Tip Cells in Angiogenesis

Abstract

In angiogenesis, the process in which blood vessel sprouts grow out from a pre‐existing vascular network, the so‐called endothelial tip cells play an essential role. Tip cells are the leading cells of the sprouts; they guide following endothelial cells and sense their environment for guidance cues. Because of this essential role, the tip cells are a potential therapeutic target for anti‐angiogenic therapies, which need to be developed for diseases such as cancer and major eye diseases. The potential of anti‐tip cell therapies is now widely recognised, and the surge in research this has caused has led to improved insights in the function and regulation of tip cells, as well as the development of novel in vitro and in silico models. These new models in particular will help understand essential mechanisms in tip cell biology and may eventually lead to new or improved therapies to prevent blindness or cancer spread.

Key Concepts

  • Sprouting angiogenesis is led by tip cells, which can sense their environment and direct the sprouting process.
  • Tip cells are followed by stalk cells, which have a more proliferative phenotype.
  • The number of tip cells is regulated by lateral inhibition between the tip cells and the stalk cells; the tip cells prevent the adjacent cells from becoming tip cells and thereby optimise the number of tip cells.
  • The tip cell and stalk cell phenotype are definite, and stalk cells can overtake tip cells through stochastic cellular and environmental differences, the stalk cells then become tip cells and force the former tip cells to become stalk cells.
  • Tip cells exist in human umbilical vein endothelial cell cultures and can therefore be studied in vitro.

Keywords: angiogenesis; tip cell; stalk cell; anti‐angiogenic therapy; VEGF

Figure 1. (a) Tip cells in the retina of a mouse (white arrow) at the top of newly formed capillaries during angiogenesis at 5 days after birth (P5). The capillaries are stained with Isolectin B4 (green). (b) Higher magnification of the edge of an area in the mouse retina where tip cells at the top of newly formed capillaries are shown to have filopodia (arrow heads). Bars are 250 µm.
Figure 2. Overview of the key regulatory pathways for tip cell selection. Tip cells are represented in red, stalk cells in blue and the phalanx cells in orange. (a) VEGF: VEGF‐A is produced upon hypoxia; tip cells express VEGFR2 and ‐3, two receptors that exert the pro‐angiogenic effects of VEGF. Soluble VEGFR1 is produced by stalk cells and acts as a sink for VEGF to prevent signalling in stalk cells. (b) Neuropilins: NRP‐1 acts as a co‐receptor for VEGFR2 to enhance VEGF signalling. (c) Notch1‐Dll4: Dll4 is expressed by tip cells, Notch1 by stalk cells. Upon binding, Notch1 is cleaved, and the intracellular domain (NICD) is translocated to the nucleus where it recruits transcription factors to replace expression of tip cell genes by expression of stalk cell genes. (d) Angiopoietins and Tie2: Ang1 is expressed in mature vessels and its main function is vessel stabilisation. (e) Ang2 can bind Tie2 to inhibit Ang1‐mediated phosphorylation of Tie2; it also binds integrins on tip cells to enhance sprouting. (f) BMPs and SMADs: Pro‐ and anti‐angiogenic BMPs bind to their receptor and phosphorylate SMAD1/5/8. In tip cells, the SMAD1/5/8 complex induces polarisation and migration. (g) In stalk cells, the SMAD1/5/8 complex forms a complex with NICD to promote the stalk cell phenotype.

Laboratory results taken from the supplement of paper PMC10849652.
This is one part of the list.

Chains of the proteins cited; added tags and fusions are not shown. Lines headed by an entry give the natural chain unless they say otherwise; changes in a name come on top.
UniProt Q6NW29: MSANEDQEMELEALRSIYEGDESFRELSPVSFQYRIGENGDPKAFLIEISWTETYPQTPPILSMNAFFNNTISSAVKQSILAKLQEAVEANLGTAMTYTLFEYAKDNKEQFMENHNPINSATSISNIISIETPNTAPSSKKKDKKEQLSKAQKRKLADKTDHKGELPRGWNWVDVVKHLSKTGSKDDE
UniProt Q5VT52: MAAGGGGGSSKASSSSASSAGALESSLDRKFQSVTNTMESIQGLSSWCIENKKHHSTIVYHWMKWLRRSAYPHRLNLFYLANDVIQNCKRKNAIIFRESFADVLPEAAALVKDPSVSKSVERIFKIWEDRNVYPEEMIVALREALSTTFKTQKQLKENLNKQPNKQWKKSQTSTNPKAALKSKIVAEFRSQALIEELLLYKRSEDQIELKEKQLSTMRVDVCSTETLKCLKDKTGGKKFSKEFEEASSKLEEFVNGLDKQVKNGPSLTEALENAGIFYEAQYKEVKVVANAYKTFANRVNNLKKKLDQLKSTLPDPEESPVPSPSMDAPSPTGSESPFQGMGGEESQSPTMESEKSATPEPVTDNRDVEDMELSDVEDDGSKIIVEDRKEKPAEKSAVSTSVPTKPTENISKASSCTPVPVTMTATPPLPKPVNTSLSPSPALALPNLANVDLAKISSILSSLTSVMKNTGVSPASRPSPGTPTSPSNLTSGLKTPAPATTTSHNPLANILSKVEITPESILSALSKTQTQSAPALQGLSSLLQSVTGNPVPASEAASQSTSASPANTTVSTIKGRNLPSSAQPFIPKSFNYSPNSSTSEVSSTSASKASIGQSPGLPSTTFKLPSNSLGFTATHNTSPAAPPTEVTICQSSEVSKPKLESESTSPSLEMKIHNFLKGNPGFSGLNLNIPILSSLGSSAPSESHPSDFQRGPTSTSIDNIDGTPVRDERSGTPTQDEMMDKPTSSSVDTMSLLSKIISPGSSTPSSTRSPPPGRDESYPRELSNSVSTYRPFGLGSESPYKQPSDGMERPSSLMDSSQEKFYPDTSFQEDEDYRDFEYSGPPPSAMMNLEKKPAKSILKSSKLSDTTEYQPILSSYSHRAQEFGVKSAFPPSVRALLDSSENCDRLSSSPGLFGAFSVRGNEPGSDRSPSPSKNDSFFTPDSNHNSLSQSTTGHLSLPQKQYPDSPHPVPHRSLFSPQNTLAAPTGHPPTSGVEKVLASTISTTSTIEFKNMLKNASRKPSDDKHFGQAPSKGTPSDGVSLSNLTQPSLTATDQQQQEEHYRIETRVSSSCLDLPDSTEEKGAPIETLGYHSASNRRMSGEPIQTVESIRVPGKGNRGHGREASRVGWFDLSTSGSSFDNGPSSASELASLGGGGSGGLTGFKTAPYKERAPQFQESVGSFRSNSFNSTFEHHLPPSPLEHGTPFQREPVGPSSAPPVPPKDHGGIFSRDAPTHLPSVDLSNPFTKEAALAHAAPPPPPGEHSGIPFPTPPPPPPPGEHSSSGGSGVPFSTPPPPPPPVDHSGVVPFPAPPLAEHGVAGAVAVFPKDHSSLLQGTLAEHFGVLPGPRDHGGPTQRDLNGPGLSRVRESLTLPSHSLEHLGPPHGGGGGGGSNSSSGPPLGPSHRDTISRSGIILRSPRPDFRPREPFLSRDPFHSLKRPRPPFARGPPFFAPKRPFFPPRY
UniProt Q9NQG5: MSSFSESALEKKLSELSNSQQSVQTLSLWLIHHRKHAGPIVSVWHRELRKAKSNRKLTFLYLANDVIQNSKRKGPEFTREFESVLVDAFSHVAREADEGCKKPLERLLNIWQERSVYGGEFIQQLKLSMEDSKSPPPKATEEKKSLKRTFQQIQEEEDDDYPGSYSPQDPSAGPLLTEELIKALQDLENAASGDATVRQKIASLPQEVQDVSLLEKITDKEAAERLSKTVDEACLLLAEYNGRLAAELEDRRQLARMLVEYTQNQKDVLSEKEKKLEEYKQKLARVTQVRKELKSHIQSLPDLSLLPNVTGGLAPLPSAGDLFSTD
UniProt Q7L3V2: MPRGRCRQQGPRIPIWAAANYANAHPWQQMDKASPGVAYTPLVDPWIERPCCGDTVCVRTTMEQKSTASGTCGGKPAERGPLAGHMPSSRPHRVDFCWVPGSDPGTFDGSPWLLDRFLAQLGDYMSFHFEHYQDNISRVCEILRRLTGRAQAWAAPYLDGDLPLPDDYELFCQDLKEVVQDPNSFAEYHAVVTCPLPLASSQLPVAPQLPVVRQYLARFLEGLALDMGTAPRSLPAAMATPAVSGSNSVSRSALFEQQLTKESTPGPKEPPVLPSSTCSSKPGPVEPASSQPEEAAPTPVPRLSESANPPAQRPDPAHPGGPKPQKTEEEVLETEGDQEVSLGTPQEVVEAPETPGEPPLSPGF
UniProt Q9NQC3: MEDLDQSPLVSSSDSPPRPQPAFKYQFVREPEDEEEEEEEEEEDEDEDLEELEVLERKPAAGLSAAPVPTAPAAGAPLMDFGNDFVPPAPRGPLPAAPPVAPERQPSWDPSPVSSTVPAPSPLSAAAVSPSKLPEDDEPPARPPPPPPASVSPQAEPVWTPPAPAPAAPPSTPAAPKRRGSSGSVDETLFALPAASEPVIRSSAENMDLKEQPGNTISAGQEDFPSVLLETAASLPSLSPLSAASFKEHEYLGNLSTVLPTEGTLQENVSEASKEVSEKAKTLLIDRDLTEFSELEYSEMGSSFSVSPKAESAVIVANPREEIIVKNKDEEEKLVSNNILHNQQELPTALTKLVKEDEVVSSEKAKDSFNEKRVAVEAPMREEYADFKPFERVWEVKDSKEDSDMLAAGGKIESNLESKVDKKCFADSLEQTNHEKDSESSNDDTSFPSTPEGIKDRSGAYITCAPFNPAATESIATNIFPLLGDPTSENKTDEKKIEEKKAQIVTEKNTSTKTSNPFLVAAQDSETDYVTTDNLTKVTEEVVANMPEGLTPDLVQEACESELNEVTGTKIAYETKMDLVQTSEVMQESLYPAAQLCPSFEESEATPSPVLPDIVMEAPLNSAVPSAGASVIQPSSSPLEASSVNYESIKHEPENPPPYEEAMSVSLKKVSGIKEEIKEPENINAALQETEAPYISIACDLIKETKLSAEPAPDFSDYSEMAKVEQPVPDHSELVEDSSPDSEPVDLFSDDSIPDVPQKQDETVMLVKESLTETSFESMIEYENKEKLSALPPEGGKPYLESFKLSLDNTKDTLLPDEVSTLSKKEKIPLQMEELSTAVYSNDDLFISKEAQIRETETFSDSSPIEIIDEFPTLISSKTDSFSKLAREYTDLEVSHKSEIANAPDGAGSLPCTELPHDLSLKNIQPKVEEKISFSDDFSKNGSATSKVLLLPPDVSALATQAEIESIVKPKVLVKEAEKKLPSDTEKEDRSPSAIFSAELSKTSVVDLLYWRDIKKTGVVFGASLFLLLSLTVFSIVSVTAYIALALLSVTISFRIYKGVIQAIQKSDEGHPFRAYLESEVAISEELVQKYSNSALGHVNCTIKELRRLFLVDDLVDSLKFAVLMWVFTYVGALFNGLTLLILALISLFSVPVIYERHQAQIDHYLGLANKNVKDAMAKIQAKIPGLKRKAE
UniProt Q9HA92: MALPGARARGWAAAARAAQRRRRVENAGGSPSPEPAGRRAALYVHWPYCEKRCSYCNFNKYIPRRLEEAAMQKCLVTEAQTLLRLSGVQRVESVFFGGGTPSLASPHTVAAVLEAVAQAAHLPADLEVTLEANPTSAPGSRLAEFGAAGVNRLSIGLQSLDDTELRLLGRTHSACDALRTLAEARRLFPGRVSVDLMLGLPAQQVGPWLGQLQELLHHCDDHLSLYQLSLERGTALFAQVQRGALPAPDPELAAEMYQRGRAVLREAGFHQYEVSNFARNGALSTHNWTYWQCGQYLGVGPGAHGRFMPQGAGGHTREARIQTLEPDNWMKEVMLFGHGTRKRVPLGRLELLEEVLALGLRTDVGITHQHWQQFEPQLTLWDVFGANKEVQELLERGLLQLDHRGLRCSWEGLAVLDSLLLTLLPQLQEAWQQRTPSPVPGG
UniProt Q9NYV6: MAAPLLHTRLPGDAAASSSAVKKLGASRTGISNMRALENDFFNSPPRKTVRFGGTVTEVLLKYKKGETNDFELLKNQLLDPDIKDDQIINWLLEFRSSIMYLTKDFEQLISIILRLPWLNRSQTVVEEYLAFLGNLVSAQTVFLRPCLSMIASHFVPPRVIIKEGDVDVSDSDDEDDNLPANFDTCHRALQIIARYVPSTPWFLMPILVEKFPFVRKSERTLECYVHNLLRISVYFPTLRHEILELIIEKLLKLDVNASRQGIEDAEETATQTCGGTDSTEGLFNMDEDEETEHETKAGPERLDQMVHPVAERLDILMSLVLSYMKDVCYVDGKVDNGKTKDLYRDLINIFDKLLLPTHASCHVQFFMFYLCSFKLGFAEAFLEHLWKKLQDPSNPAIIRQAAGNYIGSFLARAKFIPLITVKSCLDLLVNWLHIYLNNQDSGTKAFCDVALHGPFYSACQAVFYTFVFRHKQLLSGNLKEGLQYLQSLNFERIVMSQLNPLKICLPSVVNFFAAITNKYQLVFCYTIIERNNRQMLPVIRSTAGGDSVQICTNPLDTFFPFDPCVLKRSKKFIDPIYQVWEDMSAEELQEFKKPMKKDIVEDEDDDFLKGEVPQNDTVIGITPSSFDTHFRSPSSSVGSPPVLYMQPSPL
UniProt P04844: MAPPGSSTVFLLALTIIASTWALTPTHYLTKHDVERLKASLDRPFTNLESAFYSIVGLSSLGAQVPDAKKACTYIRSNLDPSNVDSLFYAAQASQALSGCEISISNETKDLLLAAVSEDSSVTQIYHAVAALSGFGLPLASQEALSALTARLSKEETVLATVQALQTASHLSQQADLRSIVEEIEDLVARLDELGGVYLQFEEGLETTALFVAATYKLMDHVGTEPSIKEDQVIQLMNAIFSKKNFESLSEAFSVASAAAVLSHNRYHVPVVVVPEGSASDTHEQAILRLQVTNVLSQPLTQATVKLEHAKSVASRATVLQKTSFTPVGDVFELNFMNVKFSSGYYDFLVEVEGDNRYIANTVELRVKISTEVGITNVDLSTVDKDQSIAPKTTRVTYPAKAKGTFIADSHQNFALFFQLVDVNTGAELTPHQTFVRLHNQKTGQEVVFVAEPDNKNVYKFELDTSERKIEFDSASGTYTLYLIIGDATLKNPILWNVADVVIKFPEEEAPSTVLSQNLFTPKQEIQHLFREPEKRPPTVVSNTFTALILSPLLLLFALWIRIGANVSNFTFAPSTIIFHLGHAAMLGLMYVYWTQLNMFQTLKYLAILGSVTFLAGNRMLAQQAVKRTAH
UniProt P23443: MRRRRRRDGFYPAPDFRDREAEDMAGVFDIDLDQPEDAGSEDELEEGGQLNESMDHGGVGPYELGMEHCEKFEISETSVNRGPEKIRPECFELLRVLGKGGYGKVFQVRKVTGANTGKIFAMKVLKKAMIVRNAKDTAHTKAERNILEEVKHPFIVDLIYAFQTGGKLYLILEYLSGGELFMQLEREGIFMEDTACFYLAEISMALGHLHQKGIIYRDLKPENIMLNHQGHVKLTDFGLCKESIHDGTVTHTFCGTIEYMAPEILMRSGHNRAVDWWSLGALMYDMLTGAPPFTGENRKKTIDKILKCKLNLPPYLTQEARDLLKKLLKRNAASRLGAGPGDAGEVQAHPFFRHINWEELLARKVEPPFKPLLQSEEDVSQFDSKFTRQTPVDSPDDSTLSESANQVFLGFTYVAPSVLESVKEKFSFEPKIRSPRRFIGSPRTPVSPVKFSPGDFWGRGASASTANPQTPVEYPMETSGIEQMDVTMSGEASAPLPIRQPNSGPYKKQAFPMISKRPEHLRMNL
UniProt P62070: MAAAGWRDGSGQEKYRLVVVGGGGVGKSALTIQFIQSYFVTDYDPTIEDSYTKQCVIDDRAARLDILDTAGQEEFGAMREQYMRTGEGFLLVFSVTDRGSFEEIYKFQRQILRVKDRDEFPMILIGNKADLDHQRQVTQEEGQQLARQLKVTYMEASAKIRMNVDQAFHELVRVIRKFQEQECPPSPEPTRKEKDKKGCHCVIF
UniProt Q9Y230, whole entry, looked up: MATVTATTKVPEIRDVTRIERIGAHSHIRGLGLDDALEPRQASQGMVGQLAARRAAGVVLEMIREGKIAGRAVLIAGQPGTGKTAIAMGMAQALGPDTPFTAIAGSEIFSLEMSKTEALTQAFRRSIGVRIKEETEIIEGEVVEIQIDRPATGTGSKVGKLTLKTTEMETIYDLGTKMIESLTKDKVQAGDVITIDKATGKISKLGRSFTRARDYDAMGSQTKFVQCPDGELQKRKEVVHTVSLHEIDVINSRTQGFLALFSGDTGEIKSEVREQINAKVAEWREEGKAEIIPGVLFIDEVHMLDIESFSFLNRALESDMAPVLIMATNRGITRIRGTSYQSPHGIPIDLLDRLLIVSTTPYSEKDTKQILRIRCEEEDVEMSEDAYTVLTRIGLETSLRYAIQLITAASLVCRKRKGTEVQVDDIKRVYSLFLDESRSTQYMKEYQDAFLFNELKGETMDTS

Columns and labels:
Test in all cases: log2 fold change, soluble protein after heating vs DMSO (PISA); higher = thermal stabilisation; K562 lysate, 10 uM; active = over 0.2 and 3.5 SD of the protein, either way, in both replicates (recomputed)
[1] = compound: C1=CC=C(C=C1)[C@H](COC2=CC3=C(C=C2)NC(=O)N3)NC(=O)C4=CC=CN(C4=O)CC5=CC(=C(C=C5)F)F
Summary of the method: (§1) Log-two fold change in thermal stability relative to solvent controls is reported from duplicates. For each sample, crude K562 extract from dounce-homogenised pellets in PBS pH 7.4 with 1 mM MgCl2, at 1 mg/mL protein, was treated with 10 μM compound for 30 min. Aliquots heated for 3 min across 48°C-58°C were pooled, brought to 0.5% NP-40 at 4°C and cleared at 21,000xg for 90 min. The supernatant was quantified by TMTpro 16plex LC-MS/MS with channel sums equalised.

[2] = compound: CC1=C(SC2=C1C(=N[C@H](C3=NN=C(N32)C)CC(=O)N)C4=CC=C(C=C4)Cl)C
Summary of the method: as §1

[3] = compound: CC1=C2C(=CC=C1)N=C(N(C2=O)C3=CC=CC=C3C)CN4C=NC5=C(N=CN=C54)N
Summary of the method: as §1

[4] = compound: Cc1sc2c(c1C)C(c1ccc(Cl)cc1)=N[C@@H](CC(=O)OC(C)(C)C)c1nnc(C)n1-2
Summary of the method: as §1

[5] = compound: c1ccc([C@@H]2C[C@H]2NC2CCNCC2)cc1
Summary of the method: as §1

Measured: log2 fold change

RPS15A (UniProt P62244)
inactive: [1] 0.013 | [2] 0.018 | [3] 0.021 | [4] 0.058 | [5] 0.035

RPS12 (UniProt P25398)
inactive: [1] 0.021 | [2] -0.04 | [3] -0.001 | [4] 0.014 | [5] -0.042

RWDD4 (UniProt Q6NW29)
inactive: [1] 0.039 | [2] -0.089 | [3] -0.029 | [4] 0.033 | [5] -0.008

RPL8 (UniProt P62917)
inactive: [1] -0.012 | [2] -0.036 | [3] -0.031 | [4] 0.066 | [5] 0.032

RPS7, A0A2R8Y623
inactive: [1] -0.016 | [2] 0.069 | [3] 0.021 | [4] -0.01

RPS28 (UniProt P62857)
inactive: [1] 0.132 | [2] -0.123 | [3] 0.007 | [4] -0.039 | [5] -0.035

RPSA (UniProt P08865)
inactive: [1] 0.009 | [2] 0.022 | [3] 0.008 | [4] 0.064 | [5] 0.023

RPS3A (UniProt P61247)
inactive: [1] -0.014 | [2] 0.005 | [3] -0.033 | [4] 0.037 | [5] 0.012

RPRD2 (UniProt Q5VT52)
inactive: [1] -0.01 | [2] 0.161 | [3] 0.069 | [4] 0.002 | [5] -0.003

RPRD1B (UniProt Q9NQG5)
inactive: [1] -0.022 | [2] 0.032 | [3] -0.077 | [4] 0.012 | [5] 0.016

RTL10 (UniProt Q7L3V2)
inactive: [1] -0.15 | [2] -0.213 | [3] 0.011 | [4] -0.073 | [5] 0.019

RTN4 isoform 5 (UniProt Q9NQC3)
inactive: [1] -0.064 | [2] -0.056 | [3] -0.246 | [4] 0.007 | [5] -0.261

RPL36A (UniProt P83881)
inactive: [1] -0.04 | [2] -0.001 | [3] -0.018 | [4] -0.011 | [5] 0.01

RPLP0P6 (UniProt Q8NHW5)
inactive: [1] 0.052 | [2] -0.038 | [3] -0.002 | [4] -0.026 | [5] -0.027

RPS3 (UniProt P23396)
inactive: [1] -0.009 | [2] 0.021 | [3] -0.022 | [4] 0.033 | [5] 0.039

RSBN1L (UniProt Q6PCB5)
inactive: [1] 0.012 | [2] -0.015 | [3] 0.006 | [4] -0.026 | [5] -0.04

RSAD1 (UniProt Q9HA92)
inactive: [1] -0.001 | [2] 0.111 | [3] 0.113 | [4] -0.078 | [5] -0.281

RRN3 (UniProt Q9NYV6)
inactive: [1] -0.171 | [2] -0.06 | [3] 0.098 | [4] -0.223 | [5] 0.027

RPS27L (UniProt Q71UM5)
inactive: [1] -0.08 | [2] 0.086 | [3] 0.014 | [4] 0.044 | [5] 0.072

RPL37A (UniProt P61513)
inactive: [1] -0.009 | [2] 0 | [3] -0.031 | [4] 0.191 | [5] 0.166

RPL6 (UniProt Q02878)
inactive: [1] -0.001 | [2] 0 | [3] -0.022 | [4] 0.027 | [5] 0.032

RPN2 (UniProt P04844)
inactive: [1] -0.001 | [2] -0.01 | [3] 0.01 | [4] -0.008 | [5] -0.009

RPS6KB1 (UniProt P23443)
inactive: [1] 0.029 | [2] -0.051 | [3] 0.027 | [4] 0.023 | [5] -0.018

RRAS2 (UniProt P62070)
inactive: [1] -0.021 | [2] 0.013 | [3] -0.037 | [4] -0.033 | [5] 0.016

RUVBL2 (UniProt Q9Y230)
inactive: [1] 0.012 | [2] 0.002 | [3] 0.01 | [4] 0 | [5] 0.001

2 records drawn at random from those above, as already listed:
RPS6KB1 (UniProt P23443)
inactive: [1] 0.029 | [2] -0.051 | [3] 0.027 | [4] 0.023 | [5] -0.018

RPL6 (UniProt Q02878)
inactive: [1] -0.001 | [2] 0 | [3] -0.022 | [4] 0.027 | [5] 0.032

Figure 3. In vivo, in vitro and in silico models for angiogenesis. (a) Fli1a‐eGFP transgenic zebrafish, at 24‐h post fertilisation. At this stage, sprouting occurs in the intersegmental vessels (white arrows) and tip cells are present on each sprouting vessel. (b) CD34+ cell in a human umbilical vein endothelial cell (HUVEC) culture. HUVECs were grown on coverslips coated with gelatin and stained for F‐actin (red), CD34 (green) and DAPI (blue). (c) In silico vascular network formed from a spheroid of endothelial cells by a mechanism of cell–cell contact‐inhibited chemotaxis (Merks et al., ). Tip cells are indicated in red.
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Dallinga, Marchien G, Boas, Sonja EM, Klaassen, Ingeborg, Merks, Roeland HM, van Noorden, Cornelis JF, and Schlingemann, Reinier O(May 2015) Tip Cells in Angiogenesis. In: eLS. John Wiley & Sons Ltd, Chichester. http://www.els.net [doi: 10.1002/9780470015902.a0025977]